Happy thanksgiving to everyone celebrating this weekend in the US!
Two years ago I spent thanksgiving (although during Canadian thanksgiving in October) in Kelowna, BC. The trip showed me how different the climate is in the interior of BC compared to the coast. We of course still managed to go out and find some picturesque spots on a small trail just near the city, not a hike up the mountain just a trail through some lower-growth trees and bush along a stream.
I especially enjoy this last one. It was an interesting spot on the trail where the water became especially calm. The scene with the bright white tree and fallen tree was intriguing to me for some reason.
More black and white photography from Vancouver (old photos from when it was sunny outside).
There are a few things that I like about black and white photography for scenery-type photos. In these photos below I especially like the intensity of the tree trunk shadows. In the colour version of these pictures the colours – particularly the greens of the leaves and grass – are bright and colourful, but doesn’t have a real focal point for the pictures. The black and white filter changes the outlook completely. Rather than quickly look at the pictures and view them as just another summer day shot, I find myself looking further into what each picture holds. It starts with the dark areas of the trees, then moves to the people, then to the buildings in the background. Regardless, I hope you enjoy these shots from Kits Beach park in Vancouver.
I’ve really been enjoying black and white photography lately, this is a great photoblog to check out.
Lovers of black-and-white photography will enjoy Mittened Hands, where Norwegian photoblogger Petter Rustad shares crisp monochrome images of landscapes, city streets, and people.
via Mittened Hands — Discover
The dark never-ending overcast with periodic rain season has begun in Vancouver #Raincouver.
To put a positive spin on the dreary weather and to finally start sharing my hiking photos on this blog, I wanted to share an unorthodox piece of hiking photography. Usually hiking photos display fantastic views and wonderful colourful colours, but there are still some inspiring photography opportunities on the days when you accidentally go hiking on a cloudy day and walk by a mountain-top lake in the fog.
The photo above is filtered for black and white only, not that the original image had very much colour to begin with, to emphasize the fog a little more.
This was from the eagle bluffs hike on Cypress mountain earlier this year. On a sunny day this hike will have one of the best views of Vancouver.
As a biologist, the challenge of finding an image to match the prompt ‘tiny’ goes to one topic: microscopy.
The first image below is a microscope image of cells with normal lighting (a little darker actually than most microscopy). Then next below that is when the lights in the microscope room are turned off, we shine a particular wavelength of light on the cells, and they become fluorescent! If you compare the images you will find that these are indeed the same cells and that the images are taken just seconds apart. We have engineered the cells to produce a fluorescent protein, which makes them incredibly useful for many scientific pruposes.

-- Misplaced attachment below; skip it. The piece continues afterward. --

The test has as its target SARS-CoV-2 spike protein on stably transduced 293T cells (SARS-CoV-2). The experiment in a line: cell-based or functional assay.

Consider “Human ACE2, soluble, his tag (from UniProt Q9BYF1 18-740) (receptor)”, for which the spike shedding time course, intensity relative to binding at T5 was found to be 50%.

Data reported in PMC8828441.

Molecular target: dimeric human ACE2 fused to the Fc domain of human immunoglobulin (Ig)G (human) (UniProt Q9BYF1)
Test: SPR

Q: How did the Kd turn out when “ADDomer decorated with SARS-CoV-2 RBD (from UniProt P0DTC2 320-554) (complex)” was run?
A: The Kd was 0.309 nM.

via Photo Challenge: Tiny
I’m a little late on the Weekly Photo Challenge from last Friday where the prompt was “Chaos”, but I wanted to weigh in none the less. I found that many of the photos put forward followed a theme of disorganization as the interpretation of ‘chaos’, which I agree is a fair component of chaos. However, I was much more impressed with the images that managed to capture action or movement such as the horse stampede. Combining the components of disorganization and action provided a sense of urgency, that I felt added to the chaos of the imagery.
While I do not have many chaotic photos, I can share an example of an image that shows action. Like the horse stampede photo there are many people feeling a sense of urgency in the photo, and your eyes dart to each side of the photo to take in which way each person is headed.
This photo is an old picture from one of my grade 12 football games. In this instance I am #5, the one on the right.
Great ‘Longreads’ post about Canada from Aaron Gilbreath (link at the bottom). This story resonated with me for a couple of reasons. I’ve lived in two different parts of Canada – roughly 3200 km (~2000 miles) apart – and also had the opportunity to meet Canadians from all parts of this country. I think the description of Canada as a ‘collection of outposts’ is fitting because it does seem odd to camaraderie with people who are thousands of kilometres away, living in environments that look completely foreign, with nothing (but beautiful natural landscape) in between. That said, I don’t think this is a description completely unique to Canada.
Second, I find stories of American perspectives on Canada interesting because it interesting to see what they learn first, what they think interesting, and what they think is the same. Aaron’s post is correct, that Canadian politics is not 100% progressive and environmentally friendly – we did indeed have a conservative party prime minister for nearly the past decade.
Overall, thanks to Aaron for sharing this perspective on his relationship with Canada!
Canada seemed like the perfect country: scenic, peaceful, friendly, progressive. But the country has its dark sides too.
via Canada, Who Are You? — Longreads